ment. It was the air of somewhere, I don't know where, somewhere out among the endless reaches of the stars. Somewhere out there, out beyond the sun.
Another thought occurred to me.
"Do you think these things could have carried some creatures?" I asked. Ed stared at me a while, bit his lip, looked slowly around. He shrugged his shoulders without saying anything.
"The oddness of the air," I went on, "maybe it was like the air of some other world. Maybe they were trying to make our own air more breathable to them?"
Ed didn't answer that one either. It didn't require any. And he didn't ask me whom I meant by "they."
"And what makes the stink?" Ed finally commented. This time I shrugged.
Around us the smell waxed and waned. As if breezes were playing with a stream of noxious vapor. And yet, I suddenly realized, no breezes were blowing. The air was quite still. But still the smell grew stronger at one moment and weaker at another.
It was as if some creature were moving silently about, leaving no trace of itself save its scent.
"Look!" said Ed suddenly. He pointed to the west. I looked and stared at the sky. The whole west was a mass of seething dark clouds. But it was a curiously arrested mass. There was a sharply defined edge to the area—an edge of blue against which the black clouds piled in vain and we could see lightnings crackle and flash in the storm. Yet no wind reached us and no thunder and the sky was serene and blue overhead.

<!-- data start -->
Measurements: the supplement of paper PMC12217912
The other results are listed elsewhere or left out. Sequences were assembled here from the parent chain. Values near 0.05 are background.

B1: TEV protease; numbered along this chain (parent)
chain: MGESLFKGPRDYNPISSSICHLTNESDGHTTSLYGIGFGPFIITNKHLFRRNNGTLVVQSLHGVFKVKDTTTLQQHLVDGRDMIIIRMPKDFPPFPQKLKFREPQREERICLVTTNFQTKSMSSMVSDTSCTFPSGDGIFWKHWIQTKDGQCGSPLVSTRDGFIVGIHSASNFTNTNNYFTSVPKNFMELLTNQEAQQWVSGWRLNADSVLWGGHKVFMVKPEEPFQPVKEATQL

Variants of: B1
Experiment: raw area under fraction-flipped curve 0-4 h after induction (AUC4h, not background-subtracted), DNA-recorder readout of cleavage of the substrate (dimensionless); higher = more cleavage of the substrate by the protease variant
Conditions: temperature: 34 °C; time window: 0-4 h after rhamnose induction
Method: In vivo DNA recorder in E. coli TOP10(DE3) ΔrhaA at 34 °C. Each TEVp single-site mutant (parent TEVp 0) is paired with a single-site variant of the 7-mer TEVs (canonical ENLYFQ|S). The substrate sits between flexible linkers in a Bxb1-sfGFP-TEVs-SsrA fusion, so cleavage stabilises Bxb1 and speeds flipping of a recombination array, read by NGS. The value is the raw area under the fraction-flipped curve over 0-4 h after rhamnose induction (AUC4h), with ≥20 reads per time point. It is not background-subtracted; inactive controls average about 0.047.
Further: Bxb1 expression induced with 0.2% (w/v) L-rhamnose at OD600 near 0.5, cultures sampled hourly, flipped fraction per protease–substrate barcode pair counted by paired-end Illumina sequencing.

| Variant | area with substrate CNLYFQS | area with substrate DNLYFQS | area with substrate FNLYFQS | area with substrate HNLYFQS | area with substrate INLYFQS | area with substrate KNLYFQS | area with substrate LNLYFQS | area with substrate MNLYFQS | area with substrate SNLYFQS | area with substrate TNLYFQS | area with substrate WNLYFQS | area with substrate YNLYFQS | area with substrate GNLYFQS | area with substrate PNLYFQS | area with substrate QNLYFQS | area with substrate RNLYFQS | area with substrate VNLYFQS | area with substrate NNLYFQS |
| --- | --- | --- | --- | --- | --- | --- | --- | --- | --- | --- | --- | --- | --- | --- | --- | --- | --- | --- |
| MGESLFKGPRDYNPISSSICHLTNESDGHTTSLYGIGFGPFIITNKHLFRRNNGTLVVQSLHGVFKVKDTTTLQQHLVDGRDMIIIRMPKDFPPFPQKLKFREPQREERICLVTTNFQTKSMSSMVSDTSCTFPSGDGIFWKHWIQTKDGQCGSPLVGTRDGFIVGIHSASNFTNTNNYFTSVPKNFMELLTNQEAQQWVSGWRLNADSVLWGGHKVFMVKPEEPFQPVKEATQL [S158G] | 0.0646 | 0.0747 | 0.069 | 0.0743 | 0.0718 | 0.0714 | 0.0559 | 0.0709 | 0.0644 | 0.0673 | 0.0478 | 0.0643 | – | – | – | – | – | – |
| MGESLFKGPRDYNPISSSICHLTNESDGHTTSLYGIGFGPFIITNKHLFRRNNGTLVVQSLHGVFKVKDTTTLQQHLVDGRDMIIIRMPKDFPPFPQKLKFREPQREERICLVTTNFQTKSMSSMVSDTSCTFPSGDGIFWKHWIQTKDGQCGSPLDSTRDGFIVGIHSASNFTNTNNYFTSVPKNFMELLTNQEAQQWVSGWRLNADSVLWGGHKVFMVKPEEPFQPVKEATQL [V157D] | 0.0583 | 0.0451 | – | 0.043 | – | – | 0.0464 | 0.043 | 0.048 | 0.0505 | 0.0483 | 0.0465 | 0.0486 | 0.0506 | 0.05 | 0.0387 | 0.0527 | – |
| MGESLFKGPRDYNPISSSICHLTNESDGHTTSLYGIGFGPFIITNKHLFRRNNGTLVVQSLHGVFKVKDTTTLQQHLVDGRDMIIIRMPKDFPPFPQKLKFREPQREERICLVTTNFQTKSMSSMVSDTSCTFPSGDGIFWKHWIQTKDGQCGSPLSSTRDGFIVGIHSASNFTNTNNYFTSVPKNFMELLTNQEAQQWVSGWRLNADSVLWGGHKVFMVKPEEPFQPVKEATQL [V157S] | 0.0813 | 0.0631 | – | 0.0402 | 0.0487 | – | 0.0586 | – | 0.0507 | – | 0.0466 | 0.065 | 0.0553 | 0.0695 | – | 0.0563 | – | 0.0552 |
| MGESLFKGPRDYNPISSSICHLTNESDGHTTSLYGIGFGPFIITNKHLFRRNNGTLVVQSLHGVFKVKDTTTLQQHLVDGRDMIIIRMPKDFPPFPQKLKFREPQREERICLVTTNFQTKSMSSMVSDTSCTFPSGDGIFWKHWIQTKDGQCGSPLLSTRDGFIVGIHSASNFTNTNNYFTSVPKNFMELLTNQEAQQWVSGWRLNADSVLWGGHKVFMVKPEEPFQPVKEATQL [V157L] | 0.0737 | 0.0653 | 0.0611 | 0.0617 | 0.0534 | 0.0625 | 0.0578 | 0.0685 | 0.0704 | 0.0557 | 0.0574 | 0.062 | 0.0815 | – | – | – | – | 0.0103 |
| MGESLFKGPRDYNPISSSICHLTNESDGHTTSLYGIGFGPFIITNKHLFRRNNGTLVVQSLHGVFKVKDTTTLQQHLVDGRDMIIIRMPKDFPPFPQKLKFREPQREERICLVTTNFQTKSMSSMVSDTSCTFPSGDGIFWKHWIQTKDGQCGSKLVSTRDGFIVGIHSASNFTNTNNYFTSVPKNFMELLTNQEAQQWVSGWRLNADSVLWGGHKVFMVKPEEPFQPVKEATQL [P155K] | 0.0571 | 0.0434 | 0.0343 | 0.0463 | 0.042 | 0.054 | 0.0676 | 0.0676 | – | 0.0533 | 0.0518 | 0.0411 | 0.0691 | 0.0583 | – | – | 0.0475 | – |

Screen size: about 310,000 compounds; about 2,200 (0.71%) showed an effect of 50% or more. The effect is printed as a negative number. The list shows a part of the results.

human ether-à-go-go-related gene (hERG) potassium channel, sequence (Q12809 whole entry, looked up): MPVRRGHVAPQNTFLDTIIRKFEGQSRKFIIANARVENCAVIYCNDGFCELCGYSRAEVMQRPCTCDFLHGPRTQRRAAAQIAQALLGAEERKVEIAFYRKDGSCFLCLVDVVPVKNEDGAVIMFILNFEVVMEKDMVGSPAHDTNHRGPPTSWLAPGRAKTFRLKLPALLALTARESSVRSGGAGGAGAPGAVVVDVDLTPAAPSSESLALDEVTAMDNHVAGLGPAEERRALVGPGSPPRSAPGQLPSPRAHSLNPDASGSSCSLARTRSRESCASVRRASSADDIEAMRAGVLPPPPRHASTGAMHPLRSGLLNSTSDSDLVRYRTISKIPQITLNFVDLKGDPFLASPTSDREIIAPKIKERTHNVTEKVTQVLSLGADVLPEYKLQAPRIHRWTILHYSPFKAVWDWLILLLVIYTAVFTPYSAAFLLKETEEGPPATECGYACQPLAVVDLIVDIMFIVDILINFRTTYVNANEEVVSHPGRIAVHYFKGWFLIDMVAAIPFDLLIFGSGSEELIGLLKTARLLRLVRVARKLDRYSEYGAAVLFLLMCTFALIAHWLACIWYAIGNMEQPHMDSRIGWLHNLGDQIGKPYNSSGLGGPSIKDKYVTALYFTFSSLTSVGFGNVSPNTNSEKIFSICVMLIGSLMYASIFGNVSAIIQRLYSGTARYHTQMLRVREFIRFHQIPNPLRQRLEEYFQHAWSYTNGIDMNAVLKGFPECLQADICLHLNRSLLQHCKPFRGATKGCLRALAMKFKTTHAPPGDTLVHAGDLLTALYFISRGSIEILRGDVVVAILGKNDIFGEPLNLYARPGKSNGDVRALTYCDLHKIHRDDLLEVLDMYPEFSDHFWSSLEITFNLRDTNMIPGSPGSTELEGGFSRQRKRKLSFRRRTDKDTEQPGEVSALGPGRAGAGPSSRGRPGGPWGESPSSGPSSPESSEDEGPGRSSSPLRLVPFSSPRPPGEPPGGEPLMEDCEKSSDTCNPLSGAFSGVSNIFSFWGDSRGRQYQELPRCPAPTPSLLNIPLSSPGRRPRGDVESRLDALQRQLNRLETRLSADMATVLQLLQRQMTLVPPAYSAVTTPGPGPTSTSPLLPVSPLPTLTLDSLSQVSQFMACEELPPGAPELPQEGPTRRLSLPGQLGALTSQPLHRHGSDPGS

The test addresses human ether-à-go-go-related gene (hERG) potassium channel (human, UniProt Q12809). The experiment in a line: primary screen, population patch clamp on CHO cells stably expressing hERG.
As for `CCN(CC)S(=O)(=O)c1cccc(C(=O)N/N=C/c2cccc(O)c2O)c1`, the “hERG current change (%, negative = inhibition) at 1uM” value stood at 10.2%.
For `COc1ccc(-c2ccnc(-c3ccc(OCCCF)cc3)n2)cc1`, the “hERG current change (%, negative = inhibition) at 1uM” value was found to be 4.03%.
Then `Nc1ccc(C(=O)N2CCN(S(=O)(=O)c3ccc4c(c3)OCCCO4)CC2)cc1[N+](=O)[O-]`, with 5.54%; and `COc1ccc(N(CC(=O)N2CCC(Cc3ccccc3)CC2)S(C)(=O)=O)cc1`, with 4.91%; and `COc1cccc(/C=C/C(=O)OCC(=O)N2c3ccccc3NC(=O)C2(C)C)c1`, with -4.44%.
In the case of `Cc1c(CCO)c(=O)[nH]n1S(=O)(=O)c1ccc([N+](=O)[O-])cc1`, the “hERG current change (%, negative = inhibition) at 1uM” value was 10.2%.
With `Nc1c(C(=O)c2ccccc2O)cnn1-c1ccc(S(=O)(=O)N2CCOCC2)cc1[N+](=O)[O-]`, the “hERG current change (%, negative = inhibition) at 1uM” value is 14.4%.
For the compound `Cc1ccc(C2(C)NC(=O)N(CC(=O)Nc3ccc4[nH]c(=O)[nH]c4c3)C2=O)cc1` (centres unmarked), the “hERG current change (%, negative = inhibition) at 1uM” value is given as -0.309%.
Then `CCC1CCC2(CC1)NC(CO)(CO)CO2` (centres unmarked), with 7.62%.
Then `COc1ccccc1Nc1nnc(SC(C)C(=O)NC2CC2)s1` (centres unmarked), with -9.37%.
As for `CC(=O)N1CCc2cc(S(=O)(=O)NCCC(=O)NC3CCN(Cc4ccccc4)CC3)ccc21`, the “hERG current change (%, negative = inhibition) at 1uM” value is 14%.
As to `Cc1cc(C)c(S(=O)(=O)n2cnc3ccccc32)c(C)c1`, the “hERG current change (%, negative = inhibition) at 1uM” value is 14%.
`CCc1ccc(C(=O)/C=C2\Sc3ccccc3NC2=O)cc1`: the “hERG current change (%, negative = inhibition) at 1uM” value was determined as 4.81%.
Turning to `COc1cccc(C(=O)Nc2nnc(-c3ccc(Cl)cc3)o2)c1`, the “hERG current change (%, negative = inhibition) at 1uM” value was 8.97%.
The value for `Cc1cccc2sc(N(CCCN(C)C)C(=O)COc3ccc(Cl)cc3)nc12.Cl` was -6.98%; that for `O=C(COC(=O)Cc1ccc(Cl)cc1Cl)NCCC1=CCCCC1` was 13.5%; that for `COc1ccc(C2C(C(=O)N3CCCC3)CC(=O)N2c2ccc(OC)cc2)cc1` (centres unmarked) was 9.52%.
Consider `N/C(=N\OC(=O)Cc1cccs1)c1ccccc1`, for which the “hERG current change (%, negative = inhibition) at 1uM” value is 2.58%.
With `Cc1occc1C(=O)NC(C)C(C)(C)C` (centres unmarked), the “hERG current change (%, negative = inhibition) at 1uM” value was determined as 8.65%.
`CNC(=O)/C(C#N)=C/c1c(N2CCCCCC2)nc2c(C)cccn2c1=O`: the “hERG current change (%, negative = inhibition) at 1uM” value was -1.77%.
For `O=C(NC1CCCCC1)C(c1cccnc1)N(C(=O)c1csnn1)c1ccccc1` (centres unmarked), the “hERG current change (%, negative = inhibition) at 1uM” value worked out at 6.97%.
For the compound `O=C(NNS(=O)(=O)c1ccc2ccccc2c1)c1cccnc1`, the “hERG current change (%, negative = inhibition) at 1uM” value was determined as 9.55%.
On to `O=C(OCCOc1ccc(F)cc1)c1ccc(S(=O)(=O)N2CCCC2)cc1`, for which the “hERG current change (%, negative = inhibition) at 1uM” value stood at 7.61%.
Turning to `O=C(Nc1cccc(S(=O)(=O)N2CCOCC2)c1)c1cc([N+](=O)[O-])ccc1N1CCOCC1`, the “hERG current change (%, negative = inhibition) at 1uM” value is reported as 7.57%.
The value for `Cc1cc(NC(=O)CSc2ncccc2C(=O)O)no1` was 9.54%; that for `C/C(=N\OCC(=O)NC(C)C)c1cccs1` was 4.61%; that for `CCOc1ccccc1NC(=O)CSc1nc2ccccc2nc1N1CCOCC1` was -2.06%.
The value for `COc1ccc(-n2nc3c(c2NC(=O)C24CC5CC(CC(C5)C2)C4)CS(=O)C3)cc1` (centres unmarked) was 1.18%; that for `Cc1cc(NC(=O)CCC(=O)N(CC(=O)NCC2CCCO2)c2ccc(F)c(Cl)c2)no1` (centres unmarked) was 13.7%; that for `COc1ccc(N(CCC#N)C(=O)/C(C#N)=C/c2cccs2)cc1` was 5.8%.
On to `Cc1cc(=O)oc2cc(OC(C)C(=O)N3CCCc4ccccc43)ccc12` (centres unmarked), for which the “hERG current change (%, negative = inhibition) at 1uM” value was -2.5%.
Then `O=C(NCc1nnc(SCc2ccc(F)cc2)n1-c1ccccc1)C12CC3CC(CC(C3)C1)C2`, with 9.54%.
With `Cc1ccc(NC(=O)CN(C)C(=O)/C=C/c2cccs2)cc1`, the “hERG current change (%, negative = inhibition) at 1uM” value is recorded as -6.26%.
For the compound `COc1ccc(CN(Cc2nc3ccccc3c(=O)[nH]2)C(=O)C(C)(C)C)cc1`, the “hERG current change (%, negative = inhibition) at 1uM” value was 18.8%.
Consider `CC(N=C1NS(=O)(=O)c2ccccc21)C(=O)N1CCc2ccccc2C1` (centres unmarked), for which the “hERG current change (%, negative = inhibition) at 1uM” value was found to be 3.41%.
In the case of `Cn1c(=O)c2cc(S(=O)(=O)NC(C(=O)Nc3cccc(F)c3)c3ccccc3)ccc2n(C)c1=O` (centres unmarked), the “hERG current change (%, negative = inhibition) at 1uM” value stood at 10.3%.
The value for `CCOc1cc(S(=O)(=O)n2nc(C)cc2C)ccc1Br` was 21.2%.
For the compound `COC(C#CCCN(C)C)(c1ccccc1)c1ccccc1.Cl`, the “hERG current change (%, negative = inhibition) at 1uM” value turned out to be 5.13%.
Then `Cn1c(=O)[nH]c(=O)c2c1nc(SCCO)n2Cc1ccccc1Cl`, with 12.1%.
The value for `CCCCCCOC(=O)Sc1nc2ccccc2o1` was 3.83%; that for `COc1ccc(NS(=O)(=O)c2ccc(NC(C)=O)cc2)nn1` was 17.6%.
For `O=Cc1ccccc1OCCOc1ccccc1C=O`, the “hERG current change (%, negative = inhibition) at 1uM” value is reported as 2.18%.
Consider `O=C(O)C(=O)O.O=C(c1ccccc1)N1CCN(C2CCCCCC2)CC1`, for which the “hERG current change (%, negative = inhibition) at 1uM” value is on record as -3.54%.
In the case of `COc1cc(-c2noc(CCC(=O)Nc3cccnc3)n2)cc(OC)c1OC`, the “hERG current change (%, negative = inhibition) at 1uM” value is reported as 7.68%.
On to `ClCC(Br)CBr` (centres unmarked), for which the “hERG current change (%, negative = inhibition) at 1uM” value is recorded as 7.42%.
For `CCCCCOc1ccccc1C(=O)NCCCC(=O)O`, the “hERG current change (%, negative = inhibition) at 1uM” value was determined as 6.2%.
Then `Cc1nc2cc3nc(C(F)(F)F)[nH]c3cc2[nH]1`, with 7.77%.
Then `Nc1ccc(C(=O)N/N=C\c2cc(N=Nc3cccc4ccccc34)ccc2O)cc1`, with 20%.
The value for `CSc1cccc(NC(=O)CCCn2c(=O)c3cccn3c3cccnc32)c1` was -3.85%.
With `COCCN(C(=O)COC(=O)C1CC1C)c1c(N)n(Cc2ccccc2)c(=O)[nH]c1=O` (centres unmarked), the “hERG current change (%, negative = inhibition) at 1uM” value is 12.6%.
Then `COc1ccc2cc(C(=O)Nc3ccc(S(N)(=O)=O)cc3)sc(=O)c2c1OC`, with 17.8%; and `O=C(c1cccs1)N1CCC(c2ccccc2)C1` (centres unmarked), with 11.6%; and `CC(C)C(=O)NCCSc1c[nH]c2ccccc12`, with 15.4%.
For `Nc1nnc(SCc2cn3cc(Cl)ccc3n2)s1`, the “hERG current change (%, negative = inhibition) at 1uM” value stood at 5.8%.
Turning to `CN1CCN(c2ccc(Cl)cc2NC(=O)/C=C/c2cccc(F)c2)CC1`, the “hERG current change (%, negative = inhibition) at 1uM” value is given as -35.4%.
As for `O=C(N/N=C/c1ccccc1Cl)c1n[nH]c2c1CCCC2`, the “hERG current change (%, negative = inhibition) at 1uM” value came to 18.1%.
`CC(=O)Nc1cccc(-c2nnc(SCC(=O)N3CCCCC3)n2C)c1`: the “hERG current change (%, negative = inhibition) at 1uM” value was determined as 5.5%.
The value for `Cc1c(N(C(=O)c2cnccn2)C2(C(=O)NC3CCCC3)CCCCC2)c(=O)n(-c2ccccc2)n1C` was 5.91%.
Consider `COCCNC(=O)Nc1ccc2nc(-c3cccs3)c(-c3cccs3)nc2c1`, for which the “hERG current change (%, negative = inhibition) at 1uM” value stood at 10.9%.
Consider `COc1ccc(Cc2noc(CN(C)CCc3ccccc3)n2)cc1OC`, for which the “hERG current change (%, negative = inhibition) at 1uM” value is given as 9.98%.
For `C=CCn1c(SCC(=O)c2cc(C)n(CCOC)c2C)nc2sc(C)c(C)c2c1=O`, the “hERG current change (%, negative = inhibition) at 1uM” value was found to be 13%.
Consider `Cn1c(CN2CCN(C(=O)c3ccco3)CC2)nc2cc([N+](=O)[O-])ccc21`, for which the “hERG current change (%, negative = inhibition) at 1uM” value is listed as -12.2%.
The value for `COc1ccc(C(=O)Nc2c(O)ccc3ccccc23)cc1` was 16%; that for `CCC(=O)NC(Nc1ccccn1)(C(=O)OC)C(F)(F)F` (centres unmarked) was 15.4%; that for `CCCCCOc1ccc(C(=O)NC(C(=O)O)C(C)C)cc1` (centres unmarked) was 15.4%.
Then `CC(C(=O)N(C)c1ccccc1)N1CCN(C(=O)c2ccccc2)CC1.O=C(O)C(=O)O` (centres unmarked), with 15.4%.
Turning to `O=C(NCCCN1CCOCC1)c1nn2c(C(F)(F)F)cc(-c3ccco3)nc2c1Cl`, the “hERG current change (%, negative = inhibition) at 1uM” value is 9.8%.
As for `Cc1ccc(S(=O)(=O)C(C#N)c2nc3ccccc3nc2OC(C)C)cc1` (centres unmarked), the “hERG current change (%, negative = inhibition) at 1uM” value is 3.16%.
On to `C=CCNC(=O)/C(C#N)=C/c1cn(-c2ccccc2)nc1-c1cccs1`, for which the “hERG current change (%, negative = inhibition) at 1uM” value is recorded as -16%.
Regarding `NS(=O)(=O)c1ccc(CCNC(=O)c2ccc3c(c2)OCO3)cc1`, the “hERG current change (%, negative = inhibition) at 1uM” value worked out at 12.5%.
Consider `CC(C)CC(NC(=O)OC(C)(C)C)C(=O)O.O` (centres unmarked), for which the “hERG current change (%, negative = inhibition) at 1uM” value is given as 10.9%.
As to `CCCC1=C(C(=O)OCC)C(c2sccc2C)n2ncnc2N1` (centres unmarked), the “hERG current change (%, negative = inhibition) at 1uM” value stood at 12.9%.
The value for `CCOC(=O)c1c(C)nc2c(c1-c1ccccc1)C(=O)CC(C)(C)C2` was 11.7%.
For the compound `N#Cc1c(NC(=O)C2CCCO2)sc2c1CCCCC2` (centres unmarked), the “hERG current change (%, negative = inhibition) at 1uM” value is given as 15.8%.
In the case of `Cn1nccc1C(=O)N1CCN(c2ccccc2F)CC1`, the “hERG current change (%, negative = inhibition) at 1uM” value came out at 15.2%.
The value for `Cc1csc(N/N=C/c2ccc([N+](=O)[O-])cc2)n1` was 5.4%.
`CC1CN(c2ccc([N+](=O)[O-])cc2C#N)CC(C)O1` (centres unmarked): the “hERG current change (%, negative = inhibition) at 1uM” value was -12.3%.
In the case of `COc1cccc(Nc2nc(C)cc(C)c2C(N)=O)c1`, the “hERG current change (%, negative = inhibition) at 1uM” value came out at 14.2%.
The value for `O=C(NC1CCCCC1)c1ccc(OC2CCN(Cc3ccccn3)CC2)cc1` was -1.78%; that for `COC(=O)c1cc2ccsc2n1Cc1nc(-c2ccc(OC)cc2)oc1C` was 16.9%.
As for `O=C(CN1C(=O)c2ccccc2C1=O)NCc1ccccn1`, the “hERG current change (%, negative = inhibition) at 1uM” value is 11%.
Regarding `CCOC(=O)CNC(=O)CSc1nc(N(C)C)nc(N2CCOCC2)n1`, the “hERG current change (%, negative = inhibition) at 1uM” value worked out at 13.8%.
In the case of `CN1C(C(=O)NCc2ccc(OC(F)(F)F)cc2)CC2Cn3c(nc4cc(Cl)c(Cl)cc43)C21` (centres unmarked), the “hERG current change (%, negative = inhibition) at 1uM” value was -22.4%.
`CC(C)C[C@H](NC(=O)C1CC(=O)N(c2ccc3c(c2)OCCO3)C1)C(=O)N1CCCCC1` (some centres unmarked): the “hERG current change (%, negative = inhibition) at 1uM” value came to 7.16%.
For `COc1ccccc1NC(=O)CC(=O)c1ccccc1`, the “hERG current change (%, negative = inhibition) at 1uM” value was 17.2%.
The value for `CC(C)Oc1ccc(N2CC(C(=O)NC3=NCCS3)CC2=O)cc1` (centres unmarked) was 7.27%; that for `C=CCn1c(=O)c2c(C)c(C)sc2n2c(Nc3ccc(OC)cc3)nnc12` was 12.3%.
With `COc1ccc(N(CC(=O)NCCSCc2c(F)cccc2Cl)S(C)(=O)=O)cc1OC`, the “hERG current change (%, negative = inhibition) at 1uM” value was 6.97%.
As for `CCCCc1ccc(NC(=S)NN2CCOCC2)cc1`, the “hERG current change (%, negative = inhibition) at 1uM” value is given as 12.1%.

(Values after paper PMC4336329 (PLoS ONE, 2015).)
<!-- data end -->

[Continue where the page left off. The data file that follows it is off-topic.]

It looked as if the storm had come up against a solid obstacle beyond which it could go no further. But there was no such obstacle visible.
As a meteorologist I knew that meant there must be a powerful opposing bank of air shielding us. We could not see it for air is invisible but it must be there straining against the cloud bank.
I noticed now that a pressure was growing in my ears. Something was concentrating around this area. We were in for it if the forces of the air ever broke through.
The stink welled up powerfully, suddenly. More so than it had before. It seemed to pass by us and through us and around us. Then again it was gone. It almost vanished from everything. We could detect but the faintest traces of it after that passage.
Ed and I rode out to an outcropping of rock. We dismounted. We got well under the rock and we waited. It wouldn't be long before the protecting air bank gave way.
To the south now, storm clouds materialized, and then finally to the east and north. As I learned later the cold wave had eddied around us and met the Equatorial Front at last and now we were huddled with some inexplicable globes from unknown space and a bunch of strange stinks and atmosphere,